So I was applying forAbercrombie & Fitch.
There was one question that they asked,
which is funny now,
but as a minority, it stood out to me,
and it was,
"What does diversity mean to you?"
So I was like,
"Okay, I'll fit in perfect."
At the interview,
I was also wearing jeans.
I think I was wearing a white basic,
and I was wearing a black scarf,
traditionally worn.
After the interview,
she told me she'd let me know
when to come in for orientation.
And I remember
my friend messaging me and being like,
"Did my manager call you yet?
When's your orientation?"
I was like, "She hasn't called me yet,"
and she's like, "I will ask her."
Whenever she asked the manager,
the manager was acting very strange.
After she interviewed me,
she called the district manager
because I was wearing a black headscarf.
At the time, they had a no-black policy.
He told her, "It doesn't matter
what color she wore. She can't work here."
I didn't know what to think.
That was the first time
anything had happened to me like that.
Soon after,
I was at my mom's friend's house,
and I was telling her what happened,
and she communicated with me
that I should get in touch with CAIR,
Council of American-Islamic Relations.
After getting into contact with them,
they made my story public.
They decided to file my case with the EOC
and see if they would take it on
as a lawsuit.
And that's when it got real, honestly.
My picture was everywhere,
and people were, like,
sending me messages.
People were tweeting the craziest things.
There was a point
where I stopped reading any comments.
For every positive,encouraging words,
I was getting so much hate.
I did get a couple death threats.
It was more, like,
hate towards my religion
and my beliefs to choose to cover.
But at the same time,
I even had Muslims, like, say,
"Why would you wanna
work for Abercrombie?"
I also had people say,
"Go back to your country,"
which is funny because I was born
and raised in Tulsa, Oklahoma.
Where am I supposed to go?
[Maheshwari] Abercrombie really
dug its heels inon this topic
and decided that they were right.
The Abercrombie lawyers
tried to compare this to, you know,
wearing a baseball hat
and saying, "Well, we wouldn't let
an employee wear a baseball cap."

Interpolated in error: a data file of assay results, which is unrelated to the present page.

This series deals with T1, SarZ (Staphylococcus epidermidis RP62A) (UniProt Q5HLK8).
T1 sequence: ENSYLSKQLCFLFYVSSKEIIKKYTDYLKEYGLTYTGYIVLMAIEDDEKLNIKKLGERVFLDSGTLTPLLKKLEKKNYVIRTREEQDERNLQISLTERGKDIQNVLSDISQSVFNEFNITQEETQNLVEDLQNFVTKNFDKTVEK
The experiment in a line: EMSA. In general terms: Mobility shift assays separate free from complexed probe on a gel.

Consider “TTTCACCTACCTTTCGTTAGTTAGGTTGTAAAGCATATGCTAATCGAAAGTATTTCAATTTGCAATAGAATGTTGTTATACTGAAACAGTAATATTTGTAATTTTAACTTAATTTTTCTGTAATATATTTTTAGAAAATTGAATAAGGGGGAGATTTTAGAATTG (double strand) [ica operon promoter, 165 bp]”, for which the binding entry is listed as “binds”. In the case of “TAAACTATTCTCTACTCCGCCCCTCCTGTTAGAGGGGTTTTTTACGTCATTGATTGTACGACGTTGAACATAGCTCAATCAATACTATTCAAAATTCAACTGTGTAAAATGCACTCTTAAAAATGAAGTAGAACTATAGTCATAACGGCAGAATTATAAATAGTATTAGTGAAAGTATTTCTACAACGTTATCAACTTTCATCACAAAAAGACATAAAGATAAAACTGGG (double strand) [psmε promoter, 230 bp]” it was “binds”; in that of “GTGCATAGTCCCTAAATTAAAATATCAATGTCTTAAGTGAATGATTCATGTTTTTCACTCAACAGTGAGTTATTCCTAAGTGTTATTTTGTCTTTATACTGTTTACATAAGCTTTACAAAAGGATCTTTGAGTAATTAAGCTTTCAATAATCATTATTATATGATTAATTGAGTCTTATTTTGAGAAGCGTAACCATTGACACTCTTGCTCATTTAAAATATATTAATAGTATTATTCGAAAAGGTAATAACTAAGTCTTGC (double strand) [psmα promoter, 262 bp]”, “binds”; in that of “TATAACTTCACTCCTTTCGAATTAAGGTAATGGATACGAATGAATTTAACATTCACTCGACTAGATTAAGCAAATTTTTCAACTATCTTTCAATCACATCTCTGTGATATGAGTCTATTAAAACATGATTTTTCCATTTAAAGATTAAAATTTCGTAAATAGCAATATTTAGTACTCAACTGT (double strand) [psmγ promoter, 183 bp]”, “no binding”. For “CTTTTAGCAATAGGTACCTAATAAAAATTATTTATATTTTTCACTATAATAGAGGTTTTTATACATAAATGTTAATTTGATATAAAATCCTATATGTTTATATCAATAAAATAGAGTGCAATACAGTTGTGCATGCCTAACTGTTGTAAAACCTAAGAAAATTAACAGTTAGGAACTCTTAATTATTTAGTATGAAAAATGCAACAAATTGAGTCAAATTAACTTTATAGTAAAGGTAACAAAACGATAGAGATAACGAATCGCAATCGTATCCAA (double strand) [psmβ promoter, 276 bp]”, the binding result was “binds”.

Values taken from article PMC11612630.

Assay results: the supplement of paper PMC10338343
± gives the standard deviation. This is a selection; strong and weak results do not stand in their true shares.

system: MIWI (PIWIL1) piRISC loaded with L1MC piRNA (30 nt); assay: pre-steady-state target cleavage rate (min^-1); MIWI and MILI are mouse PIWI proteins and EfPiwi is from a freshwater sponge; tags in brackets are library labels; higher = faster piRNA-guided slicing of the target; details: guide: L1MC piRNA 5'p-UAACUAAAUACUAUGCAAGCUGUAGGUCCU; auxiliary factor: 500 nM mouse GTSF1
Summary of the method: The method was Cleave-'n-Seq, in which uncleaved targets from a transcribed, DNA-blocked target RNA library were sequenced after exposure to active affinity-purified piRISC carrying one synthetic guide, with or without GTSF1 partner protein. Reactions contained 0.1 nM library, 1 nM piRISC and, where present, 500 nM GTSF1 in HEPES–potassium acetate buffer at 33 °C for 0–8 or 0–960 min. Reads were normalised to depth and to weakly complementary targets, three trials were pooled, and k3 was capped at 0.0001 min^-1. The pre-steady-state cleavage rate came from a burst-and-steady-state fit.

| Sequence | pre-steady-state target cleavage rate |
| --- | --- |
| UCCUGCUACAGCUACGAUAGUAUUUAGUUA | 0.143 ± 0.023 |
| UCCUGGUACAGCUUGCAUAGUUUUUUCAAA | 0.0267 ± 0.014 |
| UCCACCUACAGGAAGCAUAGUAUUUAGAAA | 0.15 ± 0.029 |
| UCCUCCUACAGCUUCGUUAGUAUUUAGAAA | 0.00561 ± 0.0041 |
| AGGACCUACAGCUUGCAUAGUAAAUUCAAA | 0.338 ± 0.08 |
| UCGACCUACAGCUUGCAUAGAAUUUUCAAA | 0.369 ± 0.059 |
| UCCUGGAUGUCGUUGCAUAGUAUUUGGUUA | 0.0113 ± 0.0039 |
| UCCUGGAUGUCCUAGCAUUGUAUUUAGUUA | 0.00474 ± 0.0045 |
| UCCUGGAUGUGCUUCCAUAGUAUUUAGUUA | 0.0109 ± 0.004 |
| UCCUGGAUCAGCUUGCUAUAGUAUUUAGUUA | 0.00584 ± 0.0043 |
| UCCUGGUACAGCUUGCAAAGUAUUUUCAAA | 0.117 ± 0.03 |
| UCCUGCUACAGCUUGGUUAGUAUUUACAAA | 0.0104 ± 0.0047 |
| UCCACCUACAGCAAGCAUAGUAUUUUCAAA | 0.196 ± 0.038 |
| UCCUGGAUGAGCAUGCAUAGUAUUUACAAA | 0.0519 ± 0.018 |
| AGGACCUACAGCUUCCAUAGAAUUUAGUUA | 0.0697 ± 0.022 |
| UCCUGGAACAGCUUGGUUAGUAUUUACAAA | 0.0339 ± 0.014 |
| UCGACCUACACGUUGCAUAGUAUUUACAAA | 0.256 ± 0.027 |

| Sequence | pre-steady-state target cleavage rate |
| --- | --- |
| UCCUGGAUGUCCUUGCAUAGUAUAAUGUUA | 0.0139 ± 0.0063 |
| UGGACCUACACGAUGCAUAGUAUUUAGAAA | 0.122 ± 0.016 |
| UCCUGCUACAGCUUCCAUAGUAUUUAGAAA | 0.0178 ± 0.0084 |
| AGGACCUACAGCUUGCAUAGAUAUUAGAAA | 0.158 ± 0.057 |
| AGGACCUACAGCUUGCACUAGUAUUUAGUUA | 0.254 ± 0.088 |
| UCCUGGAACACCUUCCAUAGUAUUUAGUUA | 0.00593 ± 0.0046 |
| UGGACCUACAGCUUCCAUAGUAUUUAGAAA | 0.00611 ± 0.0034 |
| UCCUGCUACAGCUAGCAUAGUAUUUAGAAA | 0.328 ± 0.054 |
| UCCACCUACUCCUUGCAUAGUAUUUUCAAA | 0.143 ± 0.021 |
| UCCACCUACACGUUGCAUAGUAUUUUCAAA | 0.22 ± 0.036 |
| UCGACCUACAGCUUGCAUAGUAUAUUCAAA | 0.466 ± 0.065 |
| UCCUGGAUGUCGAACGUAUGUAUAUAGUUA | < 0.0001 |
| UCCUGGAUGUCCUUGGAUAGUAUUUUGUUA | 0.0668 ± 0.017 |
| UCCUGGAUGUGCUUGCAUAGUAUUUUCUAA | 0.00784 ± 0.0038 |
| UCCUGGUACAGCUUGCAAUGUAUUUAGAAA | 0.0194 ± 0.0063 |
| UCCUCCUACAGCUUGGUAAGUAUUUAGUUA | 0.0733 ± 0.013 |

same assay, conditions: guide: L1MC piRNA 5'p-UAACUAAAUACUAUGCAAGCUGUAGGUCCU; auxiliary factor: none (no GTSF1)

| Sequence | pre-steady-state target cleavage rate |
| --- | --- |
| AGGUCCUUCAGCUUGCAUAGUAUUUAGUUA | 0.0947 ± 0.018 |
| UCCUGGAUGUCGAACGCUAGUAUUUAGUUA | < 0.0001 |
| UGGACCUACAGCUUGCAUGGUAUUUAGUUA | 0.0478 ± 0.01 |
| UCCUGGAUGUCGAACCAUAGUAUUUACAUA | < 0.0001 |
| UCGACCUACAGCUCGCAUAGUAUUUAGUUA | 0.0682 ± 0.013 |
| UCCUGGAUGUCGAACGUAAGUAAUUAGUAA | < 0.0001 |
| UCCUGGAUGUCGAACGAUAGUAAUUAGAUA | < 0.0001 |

But obviously,
there's a really big difference
between a hijab and a baseball cap.
I remember going to my phone,
and it was, like, blowing up.
The Supreme Court came out with a list
of the 100 cases they would hear,
and mine was one of them.
[Berfield] That was pretty significant.
First, that a company would allow a case
to go to the Supreme Court.
Very unusual.
Most companies would want to settle
because they would be scared
about the publicity, winning or losing.
Their argument was that if they hired me,
I would hurt their brand,
which in return would hurt their sales.
That was their argument,
that I would hurt their numbers
because I didn't fit their look policy.
[reporter 4] The Supreme Court
rejected that argument
by an eight to one vote.
[reporter 5] The justices say
Abercrombie & Fitch's actions
violated the Civil Rights Act of 1964.
[Sagafi] If Justice Scalia is moved
to say you're discriminating,
you're really doing something wrong.
I had eight that voted in my favor,
and I had one who didn't,
and the one judge who did not vote
in my favor was African American.
So, not saying
'cause you're African American,
you have to be on my side,
because we're different,
but I was just surprised.
To this day, when people are like,
"I saw you in my history book,"
or, "Oh, I was reading about you."
"Oh, I'm studying law.
We talked about you,"
I don't think I realized,
like, what all I did.
[O'Keefe] Abercrombie & Fitch went
all the way to the Supreme Court.
Discrimination was not just a blip.
It was not just one quote
from seven years.
It was their brand. It was their identity.
They rooted themselves in discrimination
at every single level.
Abercrombie, at that point,
was almost synonymous with scandal.
It wasn't really about the clothing